What’s The Catch?

While the USB and spatial audio adapter for the HyperX Cloud III does its thing well, it’s not without drawbacks, and it has pretty weird ones at that. To start, for in-game sounds, while having the headset plugged through the USB port, clarity is increased as mentioned, but this comes at a slight cost of volume. Nothing you can’t fix by dialling up said volume by a smidgen.

Strangely enough, it has the opposite effect on the microphone. While plugged in via USB, voice volume is higher at the receiving end of a call, but at a slight cost of clarity. It’s not a dramatic enough degradation that it spoils the experience, but it’s still noticeable.

Getting to the general music experience, on tracks with a lot going on at the same time, the frequencies start vying for dominance over each other. Because of the bass bias mentioned earlier, this is the frequency that often drowns out everything else, with vocals occasionally pushing through.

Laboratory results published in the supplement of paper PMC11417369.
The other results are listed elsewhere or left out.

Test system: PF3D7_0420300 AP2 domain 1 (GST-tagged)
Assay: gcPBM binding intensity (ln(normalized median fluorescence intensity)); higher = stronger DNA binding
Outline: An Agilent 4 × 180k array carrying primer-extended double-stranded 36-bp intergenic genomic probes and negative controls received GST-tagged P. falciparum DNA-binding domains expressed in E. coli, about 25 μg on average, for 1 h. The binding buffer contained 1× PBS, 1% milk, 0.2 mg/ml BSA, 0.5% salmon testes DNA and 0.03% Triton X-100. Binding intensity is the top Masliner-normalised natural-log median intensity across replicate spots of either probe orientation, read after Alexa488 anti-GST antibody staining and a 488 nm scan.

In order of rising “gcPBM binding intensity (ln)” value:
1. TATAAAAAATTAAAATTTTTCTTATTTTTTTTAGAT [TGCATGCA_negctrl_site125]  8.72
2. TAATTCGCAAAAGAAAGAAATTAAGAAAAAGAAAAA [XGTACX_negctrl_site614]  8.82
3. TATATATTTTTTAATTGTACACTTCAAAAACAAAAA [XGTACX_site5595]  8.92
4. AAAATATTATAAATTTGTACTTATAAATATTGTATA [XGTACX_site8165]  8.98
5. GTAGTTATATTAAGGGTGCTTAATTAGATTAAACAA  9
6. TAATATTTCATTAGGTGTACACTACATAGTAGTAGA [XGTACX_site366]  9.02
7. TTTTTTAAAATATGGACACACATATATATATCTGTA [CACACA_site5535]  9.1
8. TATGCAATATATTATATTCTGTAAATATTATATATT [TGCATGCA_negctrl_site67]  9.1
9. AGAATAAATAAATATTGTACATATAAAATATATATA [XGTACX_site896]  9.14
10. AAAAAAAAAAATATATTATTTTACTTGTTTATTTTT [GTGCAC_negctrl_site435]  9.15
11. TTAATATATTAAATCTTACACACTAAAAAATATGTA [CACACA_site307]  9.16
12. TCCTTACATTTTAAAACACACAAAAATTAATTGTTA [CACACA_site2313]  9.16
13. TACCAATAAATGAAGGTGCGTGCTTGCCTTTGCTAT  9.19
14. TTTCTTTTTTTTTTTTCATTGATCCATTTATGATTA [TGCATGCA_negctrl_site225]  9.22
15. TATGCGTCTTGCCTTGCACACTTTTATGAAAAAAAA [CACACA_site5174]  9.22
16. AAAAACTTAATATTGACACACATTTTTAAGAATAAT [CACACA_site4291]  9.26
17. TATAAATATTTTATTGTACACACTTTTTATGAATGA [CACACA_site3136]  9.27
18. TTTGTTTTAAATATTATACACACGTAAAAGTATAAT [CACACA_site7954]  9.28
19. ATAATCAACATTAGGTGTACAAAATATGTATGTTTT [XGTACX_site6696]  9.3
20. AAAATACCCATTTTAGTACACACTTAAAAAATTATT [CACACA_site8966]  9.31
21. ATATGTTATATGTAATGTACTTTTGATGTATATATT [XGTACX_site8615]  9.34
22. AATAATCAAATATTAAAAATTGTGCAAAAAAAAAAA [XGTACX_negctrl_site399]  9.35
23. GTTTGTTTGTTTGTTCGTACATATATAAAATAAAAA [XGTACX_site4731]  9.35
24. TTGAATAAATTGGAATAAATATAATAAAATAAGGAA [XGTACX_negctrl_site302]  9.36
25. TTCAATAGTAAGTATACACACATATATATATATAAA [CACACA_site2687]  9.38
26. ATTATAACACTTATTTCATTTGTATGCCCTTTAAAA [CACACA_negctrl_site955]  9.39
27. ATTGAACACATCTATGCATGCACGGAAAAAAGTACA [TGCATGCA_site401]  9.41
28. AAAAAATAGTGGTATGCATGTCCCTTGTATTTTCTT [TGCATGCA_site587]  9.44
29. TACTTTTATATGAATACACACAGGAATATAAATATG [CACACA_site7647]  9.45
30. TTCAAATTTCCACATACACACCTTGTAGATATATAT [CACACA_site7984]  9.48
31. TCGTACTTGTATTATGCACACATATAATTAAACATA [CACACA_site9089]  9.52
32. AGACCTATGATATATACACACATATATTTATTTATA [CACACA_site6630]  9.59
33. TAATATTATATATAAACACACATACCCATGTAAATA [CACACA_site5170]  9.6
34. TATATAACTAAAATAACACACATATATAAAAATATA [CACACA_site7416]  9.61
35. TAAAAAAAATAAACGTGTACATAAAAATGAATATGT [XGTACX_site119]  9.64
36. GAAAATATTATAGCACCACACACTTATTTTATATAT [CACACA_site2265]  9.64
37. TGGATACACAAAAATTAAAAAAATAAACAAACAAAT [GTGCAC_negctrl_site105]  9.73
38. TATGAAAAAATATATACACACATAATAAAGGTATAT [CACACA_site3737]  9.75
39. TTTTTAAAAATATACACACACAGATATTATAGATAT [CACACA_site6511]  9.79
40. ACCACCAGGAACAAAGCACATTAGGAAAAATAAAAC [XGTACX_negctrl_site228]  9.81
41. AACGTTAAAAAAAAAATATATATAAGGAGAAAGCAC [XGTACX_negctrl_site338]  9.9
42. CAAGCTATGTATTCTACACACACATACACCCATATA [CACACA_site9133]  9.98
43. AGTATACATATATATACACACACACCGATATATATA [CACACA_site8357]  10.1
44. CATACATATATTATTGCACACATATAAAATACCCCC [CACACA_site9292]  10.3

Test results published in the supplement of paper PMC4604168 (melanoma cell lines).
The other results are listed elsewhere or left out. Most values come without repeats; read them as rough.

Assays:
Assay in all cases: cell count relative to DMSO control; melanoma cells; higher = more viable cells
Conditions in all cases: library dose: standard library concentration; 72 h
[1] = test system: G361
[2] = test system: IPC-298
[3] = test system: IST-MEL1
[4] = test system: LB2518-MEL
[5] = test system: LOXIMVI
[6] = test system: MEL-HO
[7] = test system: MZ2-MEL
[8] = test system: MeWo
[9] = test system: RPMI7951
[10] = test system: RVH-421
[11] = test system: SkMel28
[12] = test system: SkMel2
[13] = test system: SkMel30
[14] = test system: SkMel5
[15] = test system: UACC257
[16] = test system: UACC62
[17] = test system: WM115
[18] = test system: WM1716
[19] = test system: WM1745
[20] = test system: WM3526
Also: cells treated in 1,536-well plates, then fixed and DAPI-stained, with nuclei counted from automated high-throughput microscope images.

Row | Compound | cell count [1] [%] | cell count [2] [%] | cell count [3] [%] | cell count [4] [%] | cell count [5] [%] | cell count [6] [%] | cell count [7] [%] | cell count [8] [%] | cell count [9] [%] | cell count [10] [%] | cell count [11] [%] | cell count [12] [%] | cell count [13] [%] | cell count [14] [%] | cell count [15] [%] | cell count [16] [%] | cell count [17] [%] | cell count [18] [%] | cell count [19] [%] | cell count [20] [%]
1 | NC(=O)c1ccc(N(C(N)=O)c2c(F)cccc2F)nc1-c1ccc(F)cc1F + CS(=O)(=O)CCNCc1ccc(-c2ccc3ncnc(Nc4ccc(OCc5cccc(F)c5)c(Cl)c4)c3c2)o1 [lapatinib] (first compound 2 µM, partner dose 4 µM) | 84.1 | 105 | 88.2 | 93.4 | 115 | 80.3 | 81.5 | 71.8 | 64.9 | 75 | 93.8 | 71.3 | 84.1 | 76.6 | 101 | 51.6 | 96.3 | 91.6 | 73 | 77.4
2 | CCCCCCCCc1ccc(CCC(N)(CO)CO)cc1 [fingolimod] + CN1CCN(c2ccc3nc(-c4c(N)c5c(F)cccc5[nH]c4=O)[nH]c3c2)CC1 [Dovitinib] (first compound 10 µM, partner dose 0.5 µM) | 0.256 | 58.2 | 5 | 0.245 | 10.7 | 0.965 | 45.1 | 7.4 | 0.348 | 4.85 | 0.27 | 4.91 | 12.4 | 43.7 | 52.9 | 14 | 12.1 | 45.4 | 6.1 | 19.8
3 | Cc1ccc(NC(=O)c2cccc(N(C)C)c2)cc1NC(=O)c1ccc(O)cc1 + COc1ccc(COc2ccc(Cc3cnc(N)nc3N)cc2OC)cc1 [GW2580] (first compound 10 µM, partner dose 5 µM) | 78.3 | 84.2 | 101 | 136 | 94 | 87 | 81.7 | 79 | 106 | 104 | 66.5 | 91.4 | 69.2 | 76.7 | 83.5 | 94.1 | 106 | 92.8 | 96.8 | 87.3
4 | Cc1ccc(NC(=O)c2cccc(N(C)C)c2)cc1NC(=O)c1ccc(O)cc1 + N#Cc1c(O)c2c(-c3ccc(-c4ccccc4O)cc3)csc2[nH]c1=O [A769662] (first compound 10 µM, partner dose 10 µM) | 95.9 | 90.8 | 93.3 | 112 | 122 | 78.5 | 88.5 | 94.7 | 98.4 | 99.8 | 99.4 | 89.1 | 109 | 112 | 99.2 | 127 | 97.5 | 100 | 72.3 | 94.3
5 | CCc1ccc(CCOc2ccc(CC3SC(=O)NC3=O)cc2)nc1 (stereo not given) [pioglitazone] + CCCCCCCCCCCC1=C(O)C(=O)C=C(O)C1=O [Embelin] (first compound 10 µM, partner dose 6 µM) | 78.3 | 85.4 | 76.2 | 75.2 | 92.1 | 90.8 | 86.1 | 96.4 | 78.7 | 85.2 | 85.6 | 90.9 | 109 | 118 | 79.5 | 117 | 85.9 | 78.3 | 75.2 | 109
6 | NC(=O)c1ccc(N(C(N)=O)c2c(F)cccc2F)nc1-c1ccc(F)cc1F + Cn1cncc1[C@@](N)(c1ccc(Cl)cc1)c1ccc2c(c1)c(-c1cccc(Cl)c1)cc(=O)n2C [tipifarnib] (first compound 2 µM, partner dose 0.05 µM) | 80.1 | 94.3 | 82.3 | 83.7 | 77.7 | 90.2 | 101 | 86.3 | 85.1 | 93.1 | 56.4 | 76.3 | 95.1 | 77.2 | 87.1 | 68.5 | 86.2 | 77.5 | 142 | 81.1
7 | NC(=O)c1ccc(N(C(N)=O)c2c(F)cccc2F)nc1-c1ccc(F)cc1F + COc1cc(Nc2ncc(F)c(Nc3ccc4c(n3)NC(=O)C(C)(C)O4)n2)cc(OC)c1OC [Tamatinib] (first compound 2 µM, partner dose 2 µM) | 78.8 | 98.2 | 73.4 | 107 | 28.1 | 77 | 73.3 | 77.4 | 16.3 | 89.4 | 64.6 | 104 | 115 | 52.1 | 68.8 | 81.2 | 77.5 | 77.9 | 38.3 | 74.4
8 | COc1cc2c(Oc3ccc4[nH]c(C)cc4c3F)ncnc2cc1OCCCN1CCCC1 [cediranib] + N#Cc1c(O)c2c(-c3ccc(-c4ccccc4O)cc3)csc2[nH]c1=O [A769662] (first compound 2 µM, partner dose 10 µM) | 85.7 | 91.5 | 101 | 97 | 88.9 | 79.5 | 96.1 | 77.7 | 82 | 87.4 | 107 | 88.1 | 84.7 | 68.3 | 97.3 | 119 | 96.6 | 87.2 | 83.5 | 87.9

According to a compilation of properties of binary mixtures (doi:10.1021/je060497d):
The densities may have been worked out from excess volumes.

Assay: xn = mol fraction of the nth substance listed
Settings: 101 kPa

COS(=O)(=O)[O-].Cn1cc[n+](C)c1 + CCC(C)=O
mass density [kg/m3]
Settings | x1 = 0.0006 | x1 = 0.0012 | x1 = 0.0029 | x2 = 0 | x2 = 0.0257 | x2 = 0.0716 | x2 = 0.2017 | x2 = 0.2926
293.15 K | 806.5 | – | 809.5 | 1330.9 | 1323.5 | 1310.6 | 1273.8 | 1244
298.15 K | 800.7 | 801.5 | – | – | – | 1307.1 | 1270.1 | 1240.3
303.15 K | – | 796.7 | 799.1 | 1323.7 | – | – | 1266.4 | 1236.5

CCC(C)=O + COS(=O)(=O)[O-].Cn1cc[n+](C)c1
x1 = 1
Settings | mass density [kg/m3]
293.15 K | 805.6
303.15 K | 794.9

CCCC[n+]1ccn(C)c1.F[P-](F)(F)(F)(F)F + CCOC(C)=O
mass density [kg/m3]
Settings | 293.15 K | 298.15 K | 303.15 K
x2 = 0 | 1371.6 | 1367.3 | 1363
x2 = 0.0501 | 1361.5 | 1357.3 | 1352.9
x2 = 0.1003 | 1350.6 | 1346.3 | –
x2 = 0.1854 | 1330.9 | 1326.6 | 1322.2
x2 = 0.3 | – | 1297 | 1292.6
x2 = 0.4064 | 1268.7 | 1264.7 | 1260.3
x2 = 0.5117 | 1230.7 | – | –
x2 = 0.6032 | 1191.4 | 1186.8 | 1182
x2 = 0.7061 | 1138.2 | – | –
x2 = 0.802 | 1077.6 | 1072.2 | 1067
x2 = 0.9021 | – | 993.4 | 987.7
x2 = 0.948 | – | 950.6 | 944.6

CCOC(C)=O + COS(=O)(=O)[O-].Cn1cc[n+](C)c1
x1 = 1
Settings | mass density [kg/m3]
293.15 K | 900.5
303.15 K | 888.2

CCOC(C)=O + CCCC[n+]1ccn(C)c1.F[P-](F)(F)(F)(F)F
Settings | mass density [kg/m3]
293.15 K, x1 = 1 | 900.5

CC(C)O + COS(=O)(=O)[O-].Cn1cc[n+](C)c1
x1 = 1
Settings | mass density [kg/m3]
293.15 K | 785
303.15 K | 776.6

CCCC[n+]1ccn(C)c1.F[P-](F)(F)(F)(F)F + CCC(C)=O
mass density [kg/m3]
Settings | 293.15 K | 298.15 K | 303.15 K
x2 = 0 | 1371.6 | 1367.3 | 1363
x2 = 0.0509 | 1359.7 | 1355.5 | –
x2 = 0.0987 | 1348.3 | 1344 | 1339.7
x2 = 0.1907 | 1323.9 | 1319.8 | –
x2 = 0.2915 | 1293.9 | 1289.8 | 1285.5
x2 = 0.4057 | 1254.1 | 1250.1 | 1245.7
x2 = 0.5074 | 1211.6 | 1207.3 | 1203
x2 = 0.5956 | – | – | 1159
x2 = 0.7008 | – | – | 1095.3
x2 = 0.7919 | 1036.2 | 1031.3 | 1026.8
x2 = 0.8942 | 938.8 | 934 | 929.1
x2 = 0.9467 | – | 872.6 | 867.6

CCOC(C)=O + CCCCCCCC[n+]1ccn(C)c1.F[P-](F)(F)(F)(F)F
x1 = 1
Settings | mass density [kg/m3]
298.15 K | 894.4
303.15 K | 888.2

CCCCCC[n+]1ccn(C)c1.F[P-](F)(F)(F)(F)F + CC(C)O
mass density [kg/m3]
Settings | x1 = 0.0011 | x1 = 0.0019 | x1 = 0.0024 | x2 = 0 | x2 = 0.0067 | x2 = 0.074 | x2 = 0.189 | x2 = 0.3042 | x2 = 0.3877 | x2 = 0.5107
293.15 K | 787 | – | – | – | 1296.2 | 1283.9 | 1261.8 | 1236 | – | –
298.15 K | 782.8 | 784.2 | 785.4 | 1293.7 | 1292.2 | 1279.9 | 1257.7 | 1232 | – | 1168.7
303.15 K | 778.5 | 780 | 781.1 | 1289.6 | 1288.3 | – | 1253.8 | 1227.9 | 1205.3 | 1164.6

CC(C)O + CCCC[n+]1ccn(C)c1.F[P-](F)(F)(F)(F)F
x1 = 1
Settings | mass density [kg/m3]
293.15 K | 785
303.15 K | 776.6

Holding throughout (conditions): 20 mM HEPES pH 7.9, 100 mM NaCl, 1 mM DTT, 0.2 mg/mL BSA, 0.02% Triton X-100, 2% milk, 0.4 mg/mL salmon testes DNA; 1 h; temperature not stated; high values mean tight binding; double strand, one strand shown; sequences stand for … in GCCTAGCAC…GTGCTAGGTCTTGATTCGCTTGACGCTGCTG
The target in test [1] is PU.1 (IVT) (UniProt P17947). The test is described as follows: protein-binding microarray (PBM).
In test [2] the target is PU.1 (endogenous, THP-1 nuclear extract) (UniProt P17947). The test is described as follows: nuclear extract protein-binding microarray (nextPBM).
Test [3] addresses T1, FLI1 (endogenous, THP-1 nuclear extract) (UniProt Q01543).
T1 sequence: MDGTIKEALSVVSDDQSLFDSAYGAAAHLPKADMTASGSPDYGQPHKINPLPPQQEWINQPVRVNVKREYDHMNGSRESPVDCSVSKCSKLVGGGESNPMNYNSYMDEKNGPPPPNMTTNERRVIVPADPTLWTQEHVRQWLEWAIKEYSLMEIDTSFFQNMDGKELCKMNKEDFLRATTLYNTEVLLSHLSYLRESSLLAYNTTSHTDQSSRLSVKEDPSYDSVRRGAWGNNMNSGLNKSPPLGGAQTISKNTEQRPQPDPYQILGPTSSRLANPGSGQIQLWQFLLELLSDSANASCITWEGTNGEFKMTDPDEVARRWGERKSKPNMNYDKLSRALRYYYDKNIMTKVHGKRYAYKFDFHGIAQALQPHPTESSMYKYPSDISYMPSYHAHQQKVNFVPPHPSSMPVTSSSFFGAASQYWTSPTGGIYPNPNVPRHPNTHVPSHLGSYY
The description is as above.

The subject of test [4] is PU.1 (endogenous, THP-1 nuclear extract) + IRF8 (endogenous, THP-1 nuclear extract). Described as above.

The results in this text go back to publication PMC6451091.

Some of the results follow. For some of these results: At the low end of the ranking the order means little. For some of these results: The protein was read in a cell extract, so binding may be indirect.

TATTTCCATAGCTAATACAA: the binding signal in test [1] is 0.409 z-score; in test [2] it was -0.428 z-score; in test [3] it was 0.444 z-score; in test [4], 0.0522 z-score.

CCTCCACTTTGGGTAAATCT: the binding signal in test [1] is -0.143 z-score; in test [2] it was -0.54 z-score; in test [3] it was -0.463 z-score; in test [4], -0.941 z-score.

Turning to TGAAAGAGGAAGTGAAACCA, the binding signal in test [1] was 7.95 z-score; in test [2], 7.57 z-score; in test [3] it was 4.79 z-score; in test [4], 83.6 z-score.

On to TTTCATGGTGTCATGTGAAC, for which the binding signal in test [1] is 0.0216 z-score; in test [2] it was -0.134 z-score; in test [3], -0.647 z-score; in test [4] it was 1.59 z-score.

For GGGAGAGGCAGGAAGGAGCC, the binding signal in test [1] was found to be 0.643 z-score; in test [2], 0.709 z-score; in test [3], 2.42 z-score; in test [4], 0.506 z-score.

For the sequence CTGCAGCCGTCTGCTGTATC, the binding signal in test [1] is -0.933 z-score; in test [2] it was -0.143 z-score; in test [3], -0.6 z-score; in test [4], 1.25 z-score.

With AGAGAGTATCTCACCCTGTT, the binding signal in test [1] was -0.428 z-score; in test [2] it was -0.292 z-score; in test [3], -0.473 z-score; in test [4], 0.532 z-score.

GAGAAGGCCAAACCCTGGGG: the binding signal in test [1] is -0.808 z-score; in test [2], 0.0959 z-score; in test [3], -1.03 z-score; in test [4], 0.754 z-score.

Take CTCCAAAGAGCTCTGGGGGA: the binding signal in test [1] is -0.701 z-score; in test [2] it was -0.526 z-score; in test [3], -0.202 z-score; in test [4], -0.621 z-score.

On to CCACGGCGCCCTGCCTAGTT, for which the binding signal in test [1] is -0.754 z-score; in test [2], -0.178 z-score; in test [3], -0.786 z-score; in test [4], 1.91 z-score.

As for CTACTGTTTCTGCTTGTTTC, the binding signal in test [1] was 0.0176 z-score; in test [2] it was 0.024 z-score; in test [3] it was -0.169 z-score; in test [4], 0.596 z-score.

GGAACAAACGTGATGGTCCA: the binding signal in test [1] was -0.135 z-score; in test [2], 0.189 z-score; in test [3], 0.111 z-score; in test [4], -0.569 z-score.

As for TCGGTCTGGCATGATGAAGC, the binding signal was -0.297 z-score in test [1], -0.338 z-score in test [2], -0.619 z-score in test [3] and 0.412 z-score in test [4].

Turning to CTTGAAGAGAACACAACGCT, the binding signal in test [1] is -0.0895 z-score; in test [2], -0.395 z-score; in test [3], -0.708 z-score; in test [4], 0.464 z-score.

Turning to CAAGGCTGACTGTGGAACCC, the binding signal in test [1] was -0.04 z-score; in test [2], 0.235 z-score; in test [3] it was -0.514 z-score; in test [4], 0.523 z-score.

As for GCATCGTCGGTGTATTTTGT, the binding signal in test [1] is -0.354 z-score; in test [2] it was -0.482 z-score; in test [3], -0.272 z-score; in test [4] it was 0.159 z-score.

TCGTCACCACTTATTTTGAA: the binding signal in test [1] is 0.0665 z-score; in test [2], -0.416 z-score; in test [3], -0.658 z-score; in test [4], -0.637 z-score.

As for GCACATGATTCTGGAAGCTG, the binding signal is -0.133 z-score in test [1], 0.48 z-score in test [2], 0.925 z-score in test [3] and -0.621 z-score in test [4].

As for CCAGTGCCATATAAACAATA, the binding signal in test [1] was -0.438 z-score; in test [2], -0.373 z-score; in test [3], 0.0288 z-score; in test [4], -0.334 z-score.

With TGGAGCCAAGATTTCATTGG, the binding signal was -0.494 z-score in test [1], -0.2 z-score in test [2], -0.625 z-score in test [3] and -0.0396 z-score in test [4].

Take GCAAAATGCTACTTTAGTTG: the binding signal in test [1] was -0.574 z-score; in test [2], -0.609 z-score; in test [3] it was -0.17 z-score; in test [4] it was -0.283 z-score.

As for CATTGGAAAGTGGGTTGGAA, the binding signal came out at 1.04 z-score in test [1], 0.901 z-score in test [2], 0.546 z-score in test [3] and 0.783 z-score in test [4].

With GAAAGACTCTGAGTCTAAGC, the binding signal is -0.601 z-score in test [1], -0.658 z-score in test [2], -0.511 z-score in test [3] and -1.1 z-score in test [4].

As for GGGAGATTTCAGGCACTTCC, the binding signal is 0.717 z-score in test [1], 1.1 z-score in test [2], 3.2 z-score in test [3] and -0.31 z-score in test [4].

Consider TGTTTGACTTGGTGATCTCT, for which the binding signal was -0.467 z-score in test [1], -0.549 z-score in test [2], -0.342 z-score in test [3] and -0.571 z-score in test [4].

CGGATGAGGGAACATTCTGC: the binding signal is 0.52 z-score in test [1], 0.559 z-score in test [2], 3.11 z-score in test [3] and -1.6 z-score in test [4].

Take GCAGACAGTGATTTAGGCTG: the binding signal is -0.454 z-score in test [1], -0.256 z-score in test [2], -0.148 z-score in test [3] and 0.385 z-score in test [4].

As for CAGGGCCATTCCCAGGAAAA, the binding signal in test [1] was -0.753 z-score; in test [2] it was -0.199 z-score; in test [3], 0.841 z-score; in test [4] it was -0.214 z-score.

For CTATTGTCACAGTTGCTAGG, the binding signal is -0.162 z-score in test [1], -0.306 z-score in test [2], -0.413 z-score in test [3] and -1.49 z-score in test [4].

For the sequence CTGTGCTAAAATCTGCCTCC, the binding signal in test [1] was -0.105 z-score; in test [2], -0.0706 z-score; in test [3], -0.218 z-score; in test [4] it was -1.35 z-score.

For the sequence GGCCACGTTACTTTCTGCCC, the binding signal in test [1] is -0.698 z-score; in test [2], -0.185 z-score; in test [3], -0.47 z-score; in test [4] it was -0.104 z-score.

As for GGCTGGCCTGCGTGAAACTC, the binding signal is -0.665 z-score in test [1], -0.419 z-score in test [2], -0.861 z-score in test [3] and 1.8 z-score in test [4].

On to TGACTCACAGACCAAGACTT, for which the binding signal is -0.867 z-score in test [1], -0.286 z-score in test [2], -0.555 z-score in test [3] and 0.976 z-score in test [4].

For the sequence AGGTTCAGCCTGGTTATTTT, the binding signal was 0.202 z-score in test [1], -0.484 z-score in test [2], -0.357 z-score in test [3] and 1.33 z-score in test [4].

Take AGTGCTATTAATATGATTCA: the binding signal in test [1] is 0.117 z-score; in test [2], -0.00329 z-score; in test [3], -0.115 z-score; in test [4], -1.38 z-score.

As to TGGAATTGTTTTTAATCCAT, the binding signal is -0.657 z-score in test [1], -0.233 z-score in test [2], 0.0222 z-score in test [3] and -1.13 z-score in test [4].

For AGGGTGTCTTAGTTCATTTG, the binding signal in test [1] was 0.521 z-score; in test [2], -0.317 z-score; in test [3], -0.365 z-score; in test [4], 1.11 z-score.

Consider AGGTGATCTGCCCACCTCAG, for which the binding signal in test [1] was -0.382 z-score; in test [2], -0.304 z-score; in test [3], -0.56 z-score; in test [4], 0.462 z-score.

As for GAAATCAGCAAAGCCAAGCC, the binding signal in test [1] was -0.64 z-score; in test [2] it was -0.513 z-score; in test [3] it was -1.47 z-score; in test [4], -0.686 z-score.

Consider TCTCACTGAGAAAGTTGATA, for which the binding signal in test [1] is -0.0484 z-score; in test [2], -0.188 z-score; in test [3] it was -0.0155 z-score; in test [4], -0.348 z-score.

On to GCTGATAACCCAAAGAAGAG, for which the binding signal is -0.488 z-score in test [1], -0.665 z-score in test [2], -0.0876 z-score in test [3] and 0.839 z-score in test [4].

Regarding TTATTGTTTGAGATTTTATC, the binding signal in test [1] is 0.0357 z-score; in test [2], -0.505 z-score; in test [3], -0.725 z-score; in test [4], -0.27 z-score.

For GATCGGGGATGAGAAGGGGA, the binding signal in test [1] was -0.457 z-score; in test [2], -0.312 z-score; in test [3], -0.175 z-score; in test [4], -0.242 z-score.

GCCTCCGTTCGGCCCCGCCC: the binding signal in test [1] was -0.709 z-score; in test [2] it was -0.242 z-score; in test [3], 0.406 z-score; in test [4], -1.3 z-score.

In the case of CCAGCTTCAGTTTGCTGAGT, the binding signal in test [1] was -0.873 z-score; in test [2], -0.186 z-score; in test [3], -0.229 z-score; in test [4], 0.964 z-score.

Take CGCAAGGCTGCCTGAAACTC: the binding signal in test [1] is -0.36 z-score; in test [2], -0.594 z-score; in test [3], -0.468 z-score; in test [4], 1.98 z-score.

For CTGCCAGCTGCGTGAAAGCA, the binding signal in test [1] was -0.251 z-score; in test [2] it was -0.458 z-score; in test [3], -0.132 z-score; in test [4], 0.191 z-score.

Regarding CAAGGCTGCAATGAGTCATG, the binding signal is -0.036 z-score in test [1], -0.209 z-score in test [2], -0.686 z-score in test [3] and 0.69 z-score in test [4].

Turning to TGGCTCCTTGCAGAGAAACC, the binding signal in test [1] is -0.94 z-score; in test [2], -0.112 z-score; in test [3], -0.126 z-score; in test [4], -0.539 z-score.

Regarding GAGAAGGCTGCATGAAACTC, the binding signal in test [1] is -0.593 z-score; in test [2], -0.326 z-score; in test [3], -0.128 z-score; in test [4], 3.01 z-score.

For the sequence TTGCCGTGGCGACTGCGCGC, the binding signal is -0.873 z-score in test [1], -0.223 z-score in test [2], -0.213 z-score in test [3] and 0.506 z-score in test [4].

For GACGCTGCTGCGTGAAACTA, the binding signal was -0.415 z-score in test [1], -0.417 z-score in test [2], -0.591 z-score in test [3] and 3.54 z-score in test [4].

Should I Get It?

As gaming headsets go, the HyperX Cloud III is as no-frills as it gets. It is strictly wire-operated, with the additional spatial audio coming as an option if you have the USB port for it. The sound signature is the kind that you’d expect for gaming headsets, and the detachable microphone is good at what it does. If a gaming headset is all you’re looking for, there’s nothing much to complain about.

The issue, if you could call it that, is that said sound signature is probably not for you if you prefer a flat or balanced sound signature for your music-listening experience. This is a common gripe with gaming headsets, so it’s not a unique issue with the Cloud III, but it’s still something to be aware of if you intend to use the headset for more than just gaming.

For what it offers, it also has a relatively fair asking price of RM399 which again, is in the ballpark of what headsets of this range are priced at anyway. So, if you’re not already sold on it, then consider the HyperX Cloud III as another option on your list.